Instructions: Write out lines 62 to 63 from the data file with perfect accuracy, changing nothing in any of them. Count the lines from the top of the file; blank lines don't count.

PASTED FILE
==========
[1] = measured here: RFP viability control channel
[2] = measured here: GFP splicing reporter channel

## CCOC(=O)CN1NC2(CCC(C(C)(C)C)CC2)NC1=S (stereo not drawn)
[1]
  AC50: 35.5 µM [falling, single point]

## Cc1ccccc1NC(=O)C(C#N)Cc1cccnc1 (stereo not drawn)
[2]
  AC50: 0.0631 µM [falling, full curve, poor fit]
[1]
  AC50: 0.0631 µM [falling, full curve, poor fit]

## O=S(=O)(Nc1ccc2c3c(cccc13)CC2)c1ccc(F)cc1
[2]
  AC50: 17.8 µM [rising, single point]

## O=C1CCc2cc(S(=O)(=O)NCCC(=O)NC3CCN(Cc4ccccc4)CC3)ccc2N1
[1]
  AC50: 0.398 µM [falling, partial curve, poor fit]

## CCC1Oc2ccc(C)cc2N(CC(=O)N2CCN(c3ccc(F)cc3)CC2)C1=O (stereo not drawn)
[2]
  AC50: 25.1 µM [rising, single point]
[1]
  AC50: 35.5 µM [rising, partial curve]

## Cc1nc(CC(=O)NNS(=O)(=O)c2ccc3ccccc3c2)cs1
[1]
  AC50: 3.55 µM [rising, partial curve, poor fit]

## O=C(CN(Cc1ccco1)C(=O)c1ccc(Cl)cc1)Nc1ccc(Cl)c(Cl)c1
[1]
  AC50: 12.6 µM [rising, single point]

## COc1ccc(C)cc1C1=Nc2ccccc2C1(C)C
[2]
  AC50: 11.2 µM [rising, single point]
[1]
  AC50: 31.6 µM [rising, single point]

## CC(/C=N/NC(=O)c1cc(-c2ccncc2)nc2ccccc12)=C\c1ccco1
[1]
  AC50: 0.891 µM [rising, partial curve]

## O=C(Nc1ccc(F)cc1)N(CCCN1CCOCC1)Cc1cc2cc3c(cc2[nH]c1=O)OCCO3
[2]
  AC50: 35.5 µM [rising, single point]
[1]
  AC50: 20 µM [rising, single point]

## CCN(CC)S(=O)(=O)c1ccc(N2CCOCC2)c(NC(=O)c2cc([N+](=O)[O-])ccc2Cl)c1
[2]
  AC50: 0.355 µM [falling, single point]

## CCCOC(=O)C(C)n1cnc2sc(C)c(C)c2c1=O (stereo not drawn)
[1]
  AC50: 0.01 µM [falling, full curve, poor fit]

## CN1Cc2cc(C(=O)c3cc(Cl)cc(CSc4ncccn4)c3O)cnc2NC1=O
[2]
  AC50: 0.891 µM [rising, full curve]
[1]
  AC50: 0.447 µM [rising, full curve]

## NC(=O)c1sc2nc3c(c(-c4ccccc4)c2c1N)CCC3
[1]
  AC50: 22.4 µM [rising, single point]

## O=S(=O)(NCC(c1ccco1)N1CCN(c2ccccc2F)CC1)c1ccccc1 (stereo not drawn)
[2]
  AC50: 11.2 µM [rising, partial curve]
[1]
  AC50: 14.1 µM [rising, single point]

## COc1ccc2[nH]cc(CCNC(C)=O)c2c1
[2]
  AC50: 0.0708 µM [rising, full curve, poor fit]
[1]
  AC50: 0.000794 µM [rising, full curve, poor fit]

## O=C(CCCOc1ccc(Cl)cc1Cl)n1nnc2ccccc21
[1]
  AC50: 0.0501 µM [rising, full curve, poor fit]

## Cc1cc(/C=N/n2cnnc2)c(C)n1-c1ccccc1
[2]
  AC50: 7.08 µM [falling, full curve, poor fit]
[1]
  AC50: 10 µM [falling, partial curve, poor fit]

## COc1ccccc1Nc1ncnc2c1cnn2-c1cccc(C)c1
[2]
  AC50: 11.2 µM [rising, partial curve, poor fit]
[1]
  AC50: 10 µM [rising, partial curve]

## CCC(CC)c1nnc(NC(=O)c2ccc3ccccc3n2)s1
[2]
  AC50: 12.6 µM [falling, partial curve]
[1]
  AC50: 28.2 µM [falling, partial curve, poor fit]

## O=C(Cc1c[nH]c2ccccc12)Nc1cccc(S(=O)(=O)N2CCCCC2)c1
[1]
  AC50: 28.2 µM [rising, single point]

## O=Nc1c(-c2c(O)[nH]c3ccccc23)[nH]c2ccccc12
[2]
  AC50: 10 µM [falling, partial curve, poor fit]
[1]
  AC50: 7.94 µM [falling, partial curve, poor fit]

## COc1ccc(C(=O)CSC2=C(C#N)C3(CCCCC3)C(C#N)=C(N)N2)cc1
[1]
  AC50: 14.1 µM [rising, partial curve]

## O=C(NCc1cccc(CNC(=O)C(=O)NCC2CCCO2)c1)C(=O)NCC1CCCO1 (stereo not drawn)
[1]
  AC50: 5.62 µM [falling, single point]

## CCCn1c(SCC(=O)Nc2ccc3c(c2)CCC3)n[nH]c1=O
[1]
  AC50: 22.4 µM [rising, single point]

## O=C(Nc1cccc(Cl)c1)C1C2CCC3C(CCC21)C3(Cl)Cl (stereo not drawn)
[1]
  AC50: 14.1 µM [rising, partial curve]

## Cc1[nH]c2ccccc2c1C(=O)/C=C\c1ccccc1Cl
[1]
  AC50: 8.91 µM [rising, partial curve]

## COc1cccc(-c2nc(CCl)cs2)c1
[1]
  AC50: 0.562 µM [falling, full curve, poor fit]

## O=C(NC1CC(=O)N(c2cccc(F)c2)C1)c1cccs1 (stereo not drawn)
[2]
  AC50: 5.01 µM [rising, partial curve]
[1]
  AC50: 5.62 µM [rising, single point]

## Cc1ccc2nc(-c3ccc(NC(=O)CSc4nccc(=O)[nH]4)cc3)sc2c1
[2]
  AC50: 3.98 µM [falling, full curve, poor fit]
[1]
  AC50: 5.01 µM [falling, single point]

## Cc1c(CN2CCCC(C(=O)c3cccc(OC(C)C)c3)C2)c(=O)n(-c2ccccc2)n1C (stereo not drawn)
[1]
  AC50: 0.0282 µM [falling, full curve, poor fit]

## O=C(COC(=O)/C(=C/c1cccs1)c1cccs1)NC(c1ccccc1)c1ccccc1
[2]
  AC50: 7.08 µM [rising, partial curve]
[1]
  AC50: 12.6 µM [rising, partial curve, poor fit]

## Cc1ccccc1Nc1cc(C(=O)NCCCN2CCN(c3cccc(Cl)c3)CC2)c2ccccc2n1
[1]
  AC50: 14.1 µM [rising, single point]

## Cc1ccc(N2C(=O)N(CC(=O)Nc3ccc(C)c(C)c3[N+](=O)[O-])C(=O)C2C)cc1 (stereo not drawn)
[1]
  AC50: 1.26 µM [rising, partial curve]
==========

  AC50: 0.0708 µM [rising, full curve, poor fit]
[1]